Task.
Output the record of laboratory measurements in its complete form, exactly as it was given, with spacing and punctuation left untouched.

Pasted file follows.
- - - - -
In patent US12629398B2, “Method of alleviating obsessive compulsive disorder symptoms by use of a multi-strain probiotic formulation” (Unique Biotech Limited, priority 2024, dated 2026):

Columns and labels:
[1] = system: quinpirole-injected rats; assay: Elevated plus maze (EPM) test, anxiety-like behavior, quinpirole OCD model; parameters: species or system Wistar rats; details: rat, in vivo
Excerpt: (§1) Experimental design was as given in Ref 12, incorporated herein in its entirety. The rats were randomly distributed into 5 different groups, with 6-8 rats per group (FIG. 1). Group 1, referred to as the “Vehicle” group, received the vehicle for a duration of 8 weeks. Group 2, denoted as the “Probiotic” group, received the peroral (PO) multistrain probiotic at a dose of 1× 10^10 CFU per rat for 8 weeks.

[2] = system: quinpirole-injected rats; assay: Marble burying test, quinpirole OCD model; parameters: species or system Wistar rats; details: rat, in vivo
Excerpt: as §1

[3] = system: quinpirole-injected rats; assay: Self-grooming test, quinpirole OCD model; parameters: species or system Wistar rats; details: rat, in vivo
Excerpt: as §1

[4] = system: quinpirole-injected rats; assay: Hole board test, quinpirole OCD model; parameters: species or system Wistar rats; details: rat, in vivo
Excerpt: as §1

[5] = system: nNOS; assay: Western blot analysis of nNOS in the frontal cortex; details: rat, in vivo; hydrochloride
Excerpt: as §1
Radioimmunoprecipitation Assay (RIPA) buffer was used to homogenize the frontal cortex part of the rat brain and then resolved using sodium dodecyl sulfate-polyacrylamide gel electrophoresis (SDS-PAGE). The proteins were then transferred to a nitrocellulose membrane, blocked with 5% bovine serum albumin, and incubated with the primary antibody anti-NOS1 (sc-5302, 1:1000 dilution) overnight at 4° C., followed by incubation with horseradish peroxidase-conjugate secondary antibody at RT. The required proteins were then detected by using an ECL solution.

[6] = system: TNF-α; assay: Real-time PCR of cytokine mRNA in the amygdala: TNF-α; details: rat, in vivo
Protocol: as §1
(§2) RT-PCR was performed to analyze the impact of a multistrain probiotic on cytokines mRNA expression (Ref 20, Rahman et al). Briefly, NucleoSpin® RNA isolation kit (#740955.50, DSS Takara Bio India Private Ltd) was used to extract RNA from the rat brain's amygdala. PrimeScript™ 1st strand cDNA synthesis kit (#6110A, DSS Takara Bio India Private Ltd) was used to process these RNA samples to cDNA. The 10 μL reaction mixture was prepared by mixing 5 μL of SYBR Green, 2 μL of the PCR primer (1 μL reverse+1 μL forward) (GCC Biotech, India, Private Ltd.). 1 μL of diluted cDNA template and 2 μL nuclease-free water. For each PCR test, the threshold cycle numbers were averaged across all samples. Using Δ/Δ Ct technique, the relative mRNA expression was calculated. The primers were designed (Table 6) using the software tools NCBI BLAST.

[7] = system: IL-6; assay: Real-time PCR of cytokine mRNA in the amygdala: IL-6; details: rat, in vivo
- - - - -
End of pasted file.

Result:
In patent US12629398B2, “Method of alleviating obsessive compulsive disorder symptoms by use of a multi-strain probiotic formulation” (Unique Biotech Limited, priority 2024, dated 2026):

Columns and labels:
[1] = system: quinpirole-injected rats; assay: Elevated plus maze (EPM) test, anxiety-like behavior, quinpirole OCD model; parameters: species or system Wistar rats; details: rat, in vivo
Excerpt: (§1) Experimental design was as given in Ref 12, incorporated herein in its entirety. The rats were randomly distributed into 5 different groups, with 6-8 rats per group (FIG. 1). Group 1, referred to as the “Vehicle” group, received the vehicle for a duration of 8 weeks. Group 2, denoted as the “Probiotic” group, received the peroral (PO) multistrain probiotic at a dose of 1× 10^10 CFU per rat for 8 weeks.

[2] = system: quinpirole-injected rats; assay: Marble burying test, quinpirole OCD model; parameters: species or system Wistar rats; details: rat, in vivo
Excerpt: as §1

[3] = system: quinpirole-injected rats; assay: Self-grooming test, quinpirole OCD model; parameters: species or system Wistar rats; details: rat, in vivo
Excerpt: as §1

[4] = system: quinpirole-injected rats; assay: Hole board test, quinpirole OCD model; parameters: species or system Wistar rats; details: rat, in vivo
Excerpt: as §1

[5] = system: nNOS; assay: Western blot analysis of nNOS in the frontal cortex; details: rat, in vivo; hydrochloride
Excerpt: as §1
Radioimmunoprecipitation Assay (RIPA) buffer was used to homogenize the frontal cortex part of the rat brain and then resolved using sodium dodecyl sulfate-polyacrylamide gel electrophoresis (SDS-PAGE). The proteins were then transferred to a nitrocellulose membrane, blocked with 5% bovine serum albumin, and incubated with the primary antibody anti-NOS1 (sc-5302, 1:1000 dilution) overnight at 4° C., followed by incubation with horseradish peroxidase-conjugate secondary antibody at RT. The required proteins were then detected by using an ECL solution.

[6] = system: TNF-α; assay: Real-time PCR of cytokine mRNA in the amygdala: TNF-α; details: rat, in vivo
Protocol: as §1
(§2) RT-PCR was performed to analyze the impact of a multistrain probiotic on cytokines mRNA expression (Ref 20, Rahman et al). Briefly, NucleoSpin® RNA isolation kit (#740955.50, DSS Takara Bio India Private Ltd) was used to extract RNA from the rat brain's amygdala. PrimeScript™ 1st strand cDNA synthesis kit (#6110A, DSS Takara Bio India Private Ltd) was used to process these RNA samples to cDNA. The 10 μL reaction mixture was prepared by mixing 5 μL of SYBR Green, 2 μL of the PCR primer (1 μL reverse+1 μL forward) (GCC Biotech, India, Private Ltd.). 1 μL of diluted cDNA template and 2 μL nuclease-free water. For each PCR test, the threshold cycle numbers were averaged across all samples. Using Δ/Δ Ct technique, the relative mRNA expression was calculated. The primers were designed (Table 6) using the software tools NCBI BLAST.

[7] = system: IL-6; assay: Real-time PCR of cytokine mRNA in the amygdala: IL-6; details: rat, in vivo